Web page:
Neuroimmunomodulation
              S. Karger AG
              1021-7401
              1423-0216
              2000
              December 2000
              15 December 2000
              : 8
              : 3
              : 128-131
              Affiliations
              aInstitute of Experimental Medicine, Hungarian Academy of Sciences, and b‘Fodor József’ National Center of Public Health, Frédéric Joliot-Curie Research Institute for Radiobiology and Radiohygiene, Budapest, Hungary; cMaryland Psychiatric Research Center, University of Maryland School of Medicine, Baltimore, Md., USA
              Article
              54272 Neuroimmunomodulation 2000;8:128–131
              10.1159/000054272
              11124578
              © 2000 S. Karger AG, Basel

              Copyright: All rights reserved. No part of this publication may be translated into other languages, reproduced or utilized in any form or by any means, electronic or mechanical, including photocopying, recording, microcopying, or by any information storage and retrieval system, without permission in writing from the publisher. Drug Dosage: The authors and the publisher have exerted every effort to ensure that drug selection and dosage set forth in this text are in accord with current recommendations and practice at the time of publication. However, in view of ongoing research, changes in government regulations, and the constant flow of information relating to drug therapy and drug reactions, the reader is urged to check the package insert for each drug for any changes in indications and dosage and for added warnings and precautions. This is particularly important when the recommended agent is a new and/or infrequently employed drug. Disclaimer: The statements, opinions and data contained in this publication are solely those of the individual authors and contributors and not of the publishers and the editor(s). The appearance of advertisements or/and product references in the publication is not a warranty, endorsement, or approval of the products or services advertised or of their effectiveness, quality or safety. The publisher and the editor(s) disclaim responsibility for any injury to persons or property resulting from any ideas, methods, instructions or products referred to in the content or advertisements.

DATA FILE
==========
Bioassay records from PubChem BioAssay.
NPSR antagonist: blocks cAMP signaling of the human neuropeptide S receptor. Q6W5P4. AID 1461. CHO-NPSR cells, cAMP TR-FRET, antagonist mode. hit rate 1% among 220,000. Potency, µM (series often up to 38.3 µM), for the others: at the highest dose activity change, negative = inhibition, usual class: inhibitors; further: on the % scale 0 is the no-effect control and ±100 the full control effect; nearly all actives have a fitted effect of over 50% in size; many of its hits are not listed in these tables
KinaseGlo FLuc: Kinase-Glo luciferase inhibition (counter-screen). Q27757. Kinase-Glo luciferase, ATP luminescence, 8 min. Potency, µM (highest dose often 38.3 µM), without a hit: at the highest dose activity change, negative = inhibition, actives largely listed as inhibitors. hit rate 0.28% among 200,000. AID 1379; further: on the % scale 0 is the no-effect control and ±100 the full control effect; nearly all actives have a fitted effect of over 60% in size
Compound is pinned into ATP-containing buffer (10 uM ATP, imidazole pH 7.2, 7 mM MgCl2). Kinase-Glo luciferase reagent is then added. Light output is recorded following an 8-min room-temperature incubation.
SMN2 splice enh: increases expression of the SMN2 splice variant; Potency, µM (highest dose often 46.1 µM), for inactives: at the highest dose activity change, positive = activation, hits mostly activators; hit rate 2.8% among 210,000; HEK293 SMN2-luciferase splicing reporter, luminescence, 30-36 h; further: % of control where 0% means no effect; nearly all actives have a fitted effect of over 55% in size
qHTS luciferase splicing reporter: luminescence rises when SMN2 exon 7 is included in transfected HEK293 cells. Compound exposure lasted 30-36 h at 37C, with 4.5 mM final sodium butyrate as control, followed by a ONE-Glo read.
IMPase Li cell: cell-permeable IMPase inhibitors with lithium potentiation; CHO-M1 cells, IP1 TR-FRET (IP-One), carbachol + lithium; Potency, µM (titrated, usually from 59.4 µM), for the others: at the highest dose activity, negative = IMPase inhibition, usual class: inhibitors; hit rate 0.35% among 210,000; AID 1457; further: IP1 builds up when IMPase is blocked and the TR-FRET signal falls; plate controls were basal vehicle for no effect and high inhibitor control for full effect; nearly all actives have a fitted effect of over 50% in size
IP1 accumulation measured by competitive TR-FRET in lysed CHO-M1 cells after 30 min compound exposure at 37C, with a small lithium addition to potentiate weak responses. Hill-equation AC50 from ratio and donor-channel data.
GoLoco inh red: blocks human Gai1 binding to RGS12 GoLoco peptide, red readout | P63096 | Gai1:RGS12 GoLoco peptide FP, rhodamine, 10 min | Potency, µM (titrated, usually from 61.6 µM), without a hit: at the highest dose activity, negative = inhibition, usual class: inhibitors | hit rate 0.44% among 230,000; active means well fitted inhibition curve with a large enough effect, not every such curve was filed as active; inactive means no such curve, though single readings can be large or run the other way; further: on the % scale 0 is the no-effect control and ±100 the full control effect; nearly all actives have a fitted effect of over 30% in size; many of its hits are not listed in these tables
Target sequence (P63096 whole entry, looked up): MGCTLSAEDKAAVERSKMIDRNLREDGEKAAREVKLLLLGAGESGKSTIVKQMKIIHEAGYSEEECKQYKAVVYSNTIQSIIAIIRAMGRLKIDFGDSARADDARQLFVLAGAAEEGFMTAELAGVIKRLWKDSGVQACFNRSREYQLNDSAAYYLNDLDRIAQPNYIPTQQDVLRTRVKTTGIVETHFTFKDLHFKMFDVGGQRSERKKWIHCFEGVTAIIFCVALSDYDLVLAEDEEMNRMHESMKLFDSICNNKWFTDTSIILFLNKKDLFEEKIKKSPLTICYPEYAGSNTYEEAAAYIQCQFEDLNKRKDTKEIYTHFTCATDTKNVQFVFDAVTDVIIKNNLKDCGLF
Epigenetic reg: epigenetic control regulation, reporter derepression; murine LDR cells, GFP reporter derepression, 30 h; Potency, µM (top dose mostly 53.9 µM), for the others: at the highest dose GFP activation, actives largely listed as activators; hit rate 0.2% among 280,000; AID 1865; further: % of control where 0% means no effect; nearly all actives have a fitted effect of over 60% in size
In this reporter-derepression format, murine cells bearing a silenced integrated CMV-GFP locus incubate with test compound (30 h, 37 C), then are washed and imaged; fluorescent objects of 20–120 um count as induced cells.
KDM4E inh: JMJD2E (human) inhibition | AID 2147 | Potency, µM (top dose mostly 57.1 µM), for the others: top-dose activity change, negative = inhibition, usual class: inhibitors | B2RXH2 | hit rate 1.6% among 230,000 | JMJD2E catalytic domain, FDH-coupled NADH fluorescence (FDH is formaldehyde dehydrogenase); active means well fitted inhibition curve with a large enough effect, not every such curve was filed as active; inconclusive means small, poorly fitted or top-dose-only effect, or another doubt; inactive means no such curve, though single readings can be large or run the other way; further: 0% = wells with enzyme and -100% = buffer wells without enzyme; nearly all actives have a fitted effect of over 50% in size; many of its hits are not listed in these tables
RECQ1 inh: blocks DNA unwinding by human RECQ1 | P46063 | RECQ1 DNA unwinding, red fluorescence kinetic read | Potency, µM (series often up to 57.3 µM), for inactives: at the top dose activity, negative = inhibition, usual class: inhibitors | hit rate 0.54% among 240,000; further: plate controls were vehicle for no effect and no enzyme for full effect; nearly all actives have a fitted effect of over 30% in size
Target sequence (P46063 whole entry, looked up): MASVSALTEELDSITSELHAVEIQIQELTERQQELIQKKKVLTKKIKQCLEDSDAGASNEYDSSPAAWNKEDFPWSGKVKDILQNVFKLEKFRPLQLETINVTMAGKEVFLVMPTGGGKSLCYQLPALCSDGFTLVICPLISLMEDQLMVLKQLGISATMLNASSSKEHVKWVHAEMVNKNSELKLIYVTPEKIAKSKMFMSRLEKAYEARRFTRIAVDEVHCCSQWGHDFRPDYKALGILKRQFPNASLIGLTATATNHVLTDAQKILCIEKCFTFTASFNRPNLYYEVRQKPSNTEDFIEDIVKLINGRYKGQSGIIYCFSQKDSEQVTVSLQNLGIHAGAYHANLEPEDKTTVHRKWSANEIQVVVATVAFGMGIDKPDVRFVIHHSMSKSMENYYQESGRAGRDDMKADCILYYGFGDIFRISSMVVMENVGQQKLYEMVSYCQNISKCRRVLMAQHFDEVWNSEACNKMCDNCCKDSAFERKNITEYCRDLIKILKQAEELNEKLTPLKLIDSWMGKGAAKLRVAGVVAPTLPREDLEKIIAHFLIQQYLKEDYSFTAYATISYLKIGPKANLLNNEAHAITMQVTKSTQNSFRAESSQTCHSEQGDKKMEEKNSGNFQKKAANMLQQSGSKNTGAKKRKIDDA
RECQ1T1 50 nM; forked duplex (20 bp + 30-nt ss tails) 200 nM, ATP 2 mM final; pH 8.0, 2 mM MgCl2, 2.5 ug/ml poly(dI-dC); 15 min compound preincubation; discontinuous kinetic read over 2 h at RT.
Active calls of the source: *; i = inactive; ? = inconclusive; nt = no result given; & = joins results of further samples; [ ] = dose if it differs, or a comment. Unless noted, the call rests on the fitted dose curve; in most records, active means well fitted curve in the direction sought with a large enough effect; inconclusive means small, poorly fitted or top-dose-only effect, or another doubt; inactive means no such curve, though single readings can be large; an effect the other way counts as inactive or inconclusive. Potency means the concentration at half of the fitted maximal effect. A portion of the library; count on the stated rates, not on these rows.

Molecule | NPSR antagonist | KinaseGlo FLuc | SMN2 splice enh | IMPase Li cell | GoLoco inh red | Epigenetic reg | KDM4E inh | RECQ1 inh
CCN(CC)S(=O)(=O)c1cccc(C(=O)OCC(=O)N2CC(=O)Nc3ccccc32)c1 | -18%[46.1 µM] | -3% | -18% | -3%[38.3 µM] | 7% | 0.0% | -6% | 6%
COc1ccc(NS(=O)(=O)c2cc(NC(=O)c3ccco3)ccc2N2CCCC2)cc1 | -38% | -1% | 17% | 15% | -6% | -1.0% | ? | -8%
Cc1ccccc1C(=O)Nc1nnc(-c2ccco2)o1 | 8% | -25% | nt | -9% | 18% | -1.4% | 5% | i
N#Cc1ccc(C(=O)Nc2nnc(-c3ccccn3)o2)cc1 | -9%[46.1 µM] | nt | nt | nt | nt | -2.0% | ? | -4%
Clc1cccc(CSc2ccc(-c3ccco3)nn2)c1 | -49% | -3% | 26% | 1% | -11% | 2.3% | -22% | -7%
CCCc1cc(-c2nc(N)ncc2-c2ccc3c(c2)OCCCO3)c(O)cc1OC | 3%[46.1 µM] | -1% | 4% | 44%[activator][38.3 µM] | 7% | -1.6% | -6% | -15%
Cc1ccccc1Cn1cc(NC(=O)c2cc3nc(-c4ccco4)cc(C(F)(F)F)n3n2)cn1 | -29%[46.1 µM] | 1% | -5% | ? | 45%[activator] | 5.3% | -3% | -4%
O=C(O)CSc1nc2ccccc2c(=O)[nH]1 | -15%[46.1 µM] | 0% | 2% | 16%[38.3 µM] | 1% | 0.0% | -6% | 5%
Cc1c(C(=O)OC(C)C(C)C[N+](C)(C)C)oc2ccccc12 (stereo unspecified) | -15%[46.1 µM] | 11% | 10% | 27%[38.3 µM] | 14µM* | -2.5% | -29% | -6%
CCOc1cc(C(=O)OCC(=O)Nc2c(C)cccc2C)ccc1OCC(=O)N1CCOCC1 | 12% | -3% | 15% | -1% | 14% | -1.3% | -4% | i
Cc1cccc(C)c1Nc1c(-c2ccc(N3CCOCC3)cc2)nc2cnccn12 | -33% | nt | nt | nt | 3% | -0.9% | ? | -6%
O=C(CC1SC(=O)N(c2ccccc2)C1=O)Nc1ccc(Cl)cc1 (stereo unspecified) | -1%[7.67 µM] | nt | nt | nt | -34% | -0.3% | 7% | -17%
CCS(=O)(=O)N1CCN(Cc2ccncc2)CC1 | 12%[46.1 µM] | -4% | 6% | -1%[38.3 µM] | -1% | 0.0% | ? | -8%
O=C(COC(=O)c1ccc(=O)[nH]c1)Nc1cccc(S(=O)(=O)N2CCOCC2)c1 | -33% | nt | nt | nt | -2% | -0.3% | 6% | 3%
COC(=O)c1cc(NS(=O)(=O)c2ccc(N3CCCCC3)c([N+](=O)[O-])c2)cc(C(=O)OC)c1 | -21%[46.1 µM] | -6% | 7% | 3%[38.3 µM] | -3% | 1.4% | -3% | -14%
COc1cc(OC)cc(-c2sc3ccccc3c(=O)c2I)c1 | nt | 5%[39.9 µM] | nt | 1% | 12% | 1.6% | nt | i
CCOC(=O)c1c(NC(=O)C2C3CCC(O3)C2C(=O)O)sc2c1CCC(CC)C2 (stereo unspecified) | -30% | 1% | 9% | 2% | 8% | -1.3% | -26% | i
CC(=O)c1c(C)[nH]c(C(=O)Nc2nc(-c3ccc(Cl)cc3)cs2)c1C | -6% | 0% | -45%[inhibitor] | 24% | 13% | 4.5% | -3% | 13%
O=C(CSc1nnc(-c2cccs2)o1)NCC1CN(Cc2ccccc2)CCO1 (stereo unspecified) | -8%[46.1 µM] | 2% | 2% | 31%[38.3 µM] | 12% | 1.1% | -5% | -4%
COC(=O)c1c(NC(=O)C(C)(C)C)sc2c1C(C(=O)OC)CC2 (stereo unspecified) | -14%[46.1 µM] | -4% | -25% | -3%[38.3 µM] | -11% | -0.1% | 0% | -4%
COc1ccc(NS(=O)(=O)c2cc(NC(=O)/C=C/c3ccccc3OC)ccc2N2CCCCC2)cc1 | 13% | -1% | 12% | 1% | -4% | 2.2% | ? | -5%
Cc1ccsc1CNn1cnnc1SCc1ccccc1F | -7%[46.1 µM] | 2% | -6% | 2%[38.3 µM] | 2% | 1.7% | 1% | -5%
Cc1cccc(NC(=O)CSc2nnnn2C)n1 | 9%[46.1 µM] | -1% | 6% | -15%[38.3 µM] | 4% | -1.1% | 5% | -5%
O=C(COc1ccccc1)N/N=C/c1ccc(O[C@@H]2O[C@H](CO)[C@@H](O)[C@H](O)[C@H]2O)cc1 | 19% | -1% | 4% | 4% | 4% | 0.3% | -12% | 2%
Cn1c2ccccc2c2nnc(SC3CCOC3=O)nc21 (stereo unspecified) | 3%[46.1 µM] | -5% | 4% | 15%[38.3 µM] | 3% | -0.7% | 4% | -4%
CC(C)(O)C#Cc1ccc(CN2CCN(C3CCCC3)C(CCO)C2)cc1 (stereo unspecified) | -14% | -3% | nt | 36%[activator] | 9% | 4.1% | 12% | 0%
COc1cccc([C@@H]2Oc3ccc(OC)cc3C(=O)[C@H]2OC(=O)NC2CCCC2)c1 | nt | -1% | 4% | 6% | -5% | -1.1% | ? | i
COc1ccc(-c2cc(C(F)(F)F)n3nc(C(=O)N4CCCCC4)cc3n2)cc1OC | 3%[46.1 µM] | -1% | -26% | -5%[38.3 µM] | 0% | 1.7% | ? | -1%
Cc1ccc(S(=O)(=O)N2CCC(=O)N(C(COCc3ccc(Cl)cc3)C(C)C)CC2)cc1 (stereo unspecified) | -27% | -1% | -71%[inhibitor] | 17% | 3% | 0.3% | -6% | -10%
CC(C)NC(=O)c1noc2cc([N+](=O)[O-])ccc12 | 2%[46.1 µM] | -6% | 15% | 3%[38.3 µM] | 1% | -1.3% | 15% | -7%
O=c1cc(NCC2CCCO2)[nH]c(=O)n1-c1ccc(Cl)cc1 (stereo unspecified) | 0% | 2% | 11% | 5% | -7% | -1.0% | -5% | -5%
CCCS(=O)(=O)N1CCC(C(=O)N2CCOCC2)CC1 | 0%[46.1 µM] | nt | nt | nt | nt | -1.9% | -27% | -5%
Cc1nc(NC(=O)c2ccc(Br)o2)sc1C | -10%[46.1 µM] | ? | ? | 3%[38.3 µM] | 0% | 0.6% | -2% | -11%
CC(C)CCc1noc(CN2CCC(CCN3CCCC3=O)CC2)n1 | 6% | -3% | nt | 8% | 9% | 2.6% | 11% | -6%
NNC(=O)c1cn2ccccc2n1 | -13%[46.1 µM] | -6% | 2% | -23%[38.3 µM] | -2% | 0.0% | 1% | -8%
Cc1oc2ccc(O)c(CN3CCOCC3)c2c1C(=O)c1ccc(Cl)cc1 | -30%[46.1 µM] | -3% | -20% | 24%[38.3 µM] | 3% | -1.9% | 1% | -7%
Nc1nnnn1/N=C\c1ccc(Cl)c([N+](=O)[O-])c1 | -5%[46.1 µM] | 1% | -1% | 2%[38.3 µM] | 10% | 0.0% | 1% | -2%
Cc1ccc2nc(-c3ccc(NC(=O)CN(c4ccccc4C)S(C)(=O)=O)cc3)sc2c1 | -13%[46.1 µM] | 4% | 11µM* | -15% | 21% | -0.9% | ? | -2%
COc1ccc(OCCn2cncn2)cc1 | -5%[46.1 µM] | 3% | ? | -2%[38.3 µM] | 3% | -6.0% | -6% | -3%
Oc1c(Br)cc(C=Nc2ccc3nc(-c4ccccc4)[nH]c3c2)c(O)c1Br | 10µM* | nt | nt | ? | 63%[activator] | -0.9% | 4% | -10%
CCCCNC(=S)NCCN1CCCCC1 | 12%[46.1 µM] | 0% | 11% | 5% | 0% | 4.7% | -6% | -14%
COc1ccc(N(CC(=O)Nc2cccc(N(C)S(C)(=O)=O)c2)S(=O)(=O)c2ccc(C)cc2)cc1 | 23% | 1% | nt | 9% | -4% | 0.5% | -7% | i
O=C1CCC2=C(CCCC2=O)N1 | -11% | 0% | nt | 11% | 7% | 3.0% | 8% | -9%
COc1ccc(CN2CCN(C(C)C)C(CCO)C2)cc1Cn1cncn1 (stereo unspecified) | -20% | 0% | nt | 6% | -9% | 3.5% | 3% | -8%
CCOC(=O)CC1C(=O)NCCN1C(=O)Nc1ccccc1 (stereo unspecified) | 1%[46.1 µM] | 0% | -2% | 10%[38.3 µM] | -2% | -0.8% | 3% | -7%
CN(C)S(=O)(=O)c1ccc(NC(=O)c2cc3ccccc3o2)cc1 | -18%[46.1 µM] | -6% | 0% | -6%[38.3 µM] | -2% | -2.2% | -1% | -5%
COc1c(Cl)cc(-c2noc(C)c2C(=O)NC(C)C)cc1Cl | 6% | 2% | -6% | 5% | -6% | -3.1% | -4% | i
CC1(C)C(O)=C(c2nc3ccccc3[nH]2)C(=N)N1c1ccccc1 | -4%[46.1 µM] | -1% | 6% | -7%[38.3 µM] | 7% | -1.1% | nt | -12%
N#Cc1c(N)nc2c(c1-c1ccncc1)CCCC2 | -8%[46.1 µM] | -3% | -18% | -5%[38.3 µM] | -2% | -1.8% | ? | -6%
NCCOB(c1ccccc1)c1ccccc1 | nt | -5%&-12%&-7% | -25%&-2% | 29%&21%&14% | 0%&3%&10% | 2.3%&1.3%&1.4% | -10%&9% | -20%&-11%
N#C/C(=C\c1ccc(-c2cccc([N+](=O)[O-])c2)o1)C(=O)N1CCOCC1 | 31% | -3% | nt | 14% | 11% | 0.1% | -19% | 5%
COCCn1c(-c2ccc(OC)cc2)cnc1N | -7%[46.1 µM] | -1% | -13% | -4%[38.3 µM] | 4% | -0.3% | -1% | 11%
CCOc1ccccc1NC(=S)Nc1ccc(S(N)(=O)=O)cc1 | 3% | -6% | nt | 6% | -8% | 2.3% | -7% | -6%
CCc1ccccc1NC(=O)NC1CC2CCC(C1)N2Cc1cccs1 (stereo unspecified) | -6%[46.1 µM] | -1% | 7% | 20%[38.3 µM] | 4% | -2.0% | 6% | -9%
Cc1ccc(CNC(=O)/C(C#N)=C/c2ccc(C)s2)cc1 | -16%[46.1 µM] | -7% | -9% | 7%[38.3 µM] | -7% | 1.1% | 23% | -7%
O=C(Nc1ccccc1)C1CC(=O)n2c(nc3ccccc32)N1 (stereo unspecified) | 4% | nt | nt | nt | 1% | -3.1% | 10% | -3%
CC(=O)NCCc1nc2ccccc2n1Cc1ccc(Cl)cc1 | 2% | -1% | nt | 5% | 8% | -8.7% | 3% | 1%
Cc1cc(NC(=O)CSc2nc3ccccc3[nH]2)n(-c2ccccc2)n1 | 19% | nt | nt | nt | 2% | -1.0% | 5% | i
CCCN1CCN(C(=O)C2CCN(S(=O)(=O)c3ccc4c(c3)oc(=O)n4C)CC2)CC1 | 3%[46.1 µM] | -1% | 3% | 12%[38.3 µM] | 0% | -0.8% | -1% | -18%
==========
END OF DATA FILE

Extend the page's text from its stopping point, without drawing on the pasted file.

Page count
              Figures: 3, References: 27, Pages: 4
              Categories
              Original Paper